its (largely) shared concepts, dialect, and culture, is a paramount example
of socially constructed and continually reconstructed knowledge.

Constructivism is arguably the dominant model of human learning in
educational psychology today. The transformative power of social
constructivism inheres both in its rejection of the traditional
"transmission of knowledge" and "banking" metaphors and in its assertion
that learners must construct knowledge and understanding for themselves
through interaction and negotiation with the world and other
humans-including faculty, other students, and authors living and dead. (See
Chapter Seven in Belenky, Clinchy, Goldberger, and Tarule, 1986.) For
faculty, this means that students, in order to learn deeply, must become
active partners in the construction of their learning. Similarly, chairs
intent on change must engage their colleagues in constructing or adapting
new, shared, contextually relevant concepts rather than presenting faculty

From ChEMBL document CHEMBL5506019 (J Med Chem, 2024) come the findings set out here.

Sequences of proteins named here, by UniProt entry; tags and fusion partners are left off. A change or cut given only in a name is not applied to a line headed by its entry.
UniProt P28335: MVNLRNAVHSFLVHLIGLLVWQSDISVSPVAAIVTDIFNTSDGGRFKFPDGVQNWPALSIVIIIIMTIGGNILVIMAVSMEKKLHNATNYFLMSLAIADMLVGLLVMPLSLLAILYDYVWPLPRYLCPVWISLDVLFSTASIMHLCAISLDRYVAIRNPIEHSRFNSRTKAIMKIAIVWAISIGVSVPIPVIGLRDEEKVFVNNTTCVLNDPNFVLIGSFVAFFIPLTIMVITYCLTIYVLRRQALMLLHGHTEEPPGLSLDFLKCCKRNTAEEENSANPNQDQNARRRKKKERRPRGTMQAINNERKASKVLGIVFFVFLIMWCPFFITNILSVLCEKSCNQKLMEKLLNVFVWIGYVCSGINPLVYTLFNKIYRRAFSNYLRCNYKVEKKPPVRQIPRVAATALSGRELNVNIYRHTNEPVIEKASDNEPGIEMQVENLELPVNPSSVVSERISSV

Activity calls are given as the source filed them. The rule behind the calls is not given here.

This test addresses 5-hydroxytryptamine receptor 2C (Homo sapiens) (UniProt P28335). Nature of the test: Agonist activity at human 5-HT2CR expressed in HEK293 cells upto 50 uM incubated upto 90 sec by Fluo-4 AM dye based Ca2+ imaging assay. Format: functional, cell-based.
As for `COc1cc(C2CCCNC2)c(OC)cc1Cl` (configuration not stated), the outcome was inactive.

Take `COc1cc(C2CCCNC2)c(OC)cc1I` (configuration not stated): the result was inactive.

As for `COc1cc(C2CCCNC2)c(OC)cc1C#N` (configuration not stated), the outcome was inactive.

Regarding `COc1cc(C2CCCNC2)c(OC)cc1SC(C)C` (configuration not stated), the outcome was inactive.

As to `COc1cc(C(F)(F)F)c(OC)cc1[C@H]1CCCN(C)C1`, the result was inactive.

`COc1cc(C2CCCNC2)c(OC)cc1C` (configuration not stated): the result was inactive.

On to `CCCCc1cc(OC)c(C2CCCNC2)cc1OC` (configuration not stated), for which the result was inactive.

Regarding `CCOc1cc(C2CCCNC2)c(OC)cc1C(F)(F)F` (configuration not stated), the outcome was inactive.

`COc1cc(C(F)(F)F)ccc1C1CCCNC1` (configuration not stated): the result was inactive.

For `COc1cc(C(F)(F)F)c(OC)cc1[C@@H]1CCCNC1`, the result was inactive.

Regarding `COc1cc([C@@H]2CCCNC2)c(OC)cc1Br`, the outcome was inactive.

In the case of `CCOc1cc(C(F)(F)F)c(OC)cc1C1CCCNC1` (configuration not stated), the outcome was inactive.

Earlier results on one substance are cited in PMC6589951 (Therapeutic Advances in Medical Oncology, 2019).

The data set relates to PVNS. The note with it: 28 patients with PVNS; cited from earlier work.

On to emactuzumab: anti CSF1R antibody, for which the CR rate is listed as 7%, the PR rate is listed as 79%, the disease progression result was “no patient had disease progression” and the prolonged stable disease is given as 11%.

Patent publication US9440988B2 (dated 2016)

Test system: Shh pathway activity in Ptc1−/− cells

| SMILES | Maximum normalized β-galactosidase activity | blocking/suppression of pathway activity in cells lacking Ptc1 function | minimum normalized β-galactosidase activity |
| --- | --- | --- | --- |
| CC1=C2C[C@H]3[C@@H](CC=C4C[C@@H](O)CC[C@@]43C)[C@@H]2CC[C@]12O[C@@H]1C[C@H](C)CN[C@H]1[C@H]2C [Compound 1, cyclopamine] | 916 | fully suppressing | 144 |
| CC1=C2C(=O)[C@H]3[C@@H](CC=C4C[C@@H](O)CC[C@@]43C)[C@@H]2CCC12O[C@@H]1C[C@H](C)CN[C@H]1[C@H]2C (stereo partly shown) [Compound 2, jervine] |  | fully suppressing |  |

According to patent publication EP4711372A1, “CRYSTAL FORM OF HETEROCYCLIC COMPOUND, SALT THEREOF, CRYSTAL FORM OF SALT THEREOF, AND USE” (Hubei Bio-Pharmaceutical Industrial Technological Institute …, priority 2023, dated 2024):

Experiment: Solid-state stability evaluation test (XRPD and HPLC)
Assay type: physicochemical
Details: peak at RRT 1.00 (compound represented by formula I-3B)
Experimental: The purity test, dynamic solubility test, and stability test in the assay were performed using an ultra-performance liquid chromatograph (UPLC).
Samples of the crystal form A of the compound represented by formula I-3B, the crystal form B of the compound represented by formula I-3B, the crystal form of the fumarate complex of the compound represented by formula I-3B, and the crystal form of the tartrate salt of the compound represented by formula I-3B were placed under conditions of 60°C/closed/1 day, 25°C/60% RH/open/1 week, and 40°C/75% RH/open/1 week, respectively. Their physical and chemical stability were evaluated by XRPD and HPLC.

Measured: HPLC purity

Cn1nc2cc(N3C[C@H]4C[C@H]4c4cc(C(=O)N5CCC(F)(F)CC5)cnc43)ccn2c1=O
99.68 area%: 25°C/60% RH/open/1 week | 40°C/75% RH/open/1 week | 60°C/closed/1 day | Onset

with imported, prefabricated mental models for adoption.


In The Fifth Discipline, Peter Senge (1990, p. 8) defines mental models as
"deeply ingrained assumptions, generalizations, or even pictures or images
that influence how we change the world and how we take action." Senge
argues that building a "learning organization" requires us to reflect on,
make explicit, reconsider, and sometimes redesign these implicit mental
models (1990, pp. xiv, xv).

The transformative implication here is that our existing mental models must
often be socially deconstructed before change can occur. In relation to the
corporate world, Senge notes, "Many insights into new markets or outmoded
organizational practices fail to get put into practice because they
conflict with powerful, tacit mental models" (p. 8). For the department
chair as for the classroom teacher, acknowledging and making explicit these
implicit mental models is a necessary first step toward new learning. For
example, many teachers and students still tacitly believe that learning
occurs by transmission-thus the continuing appeal of the non-interactive


In a widely read and discussed article, Robert Barr and John Tagg (1995)
argue that American higher education is undergoing an industry wide
"paradigm shift," a transformation from a faculty-and teaching-centered
model to a student-and learning-centered model. As Barr and Tagg see it,
the primary purpose of higher education and by extension, of academic
departments-in this new

paradigm will be to produce learning, not to provide instruction. By
shifting the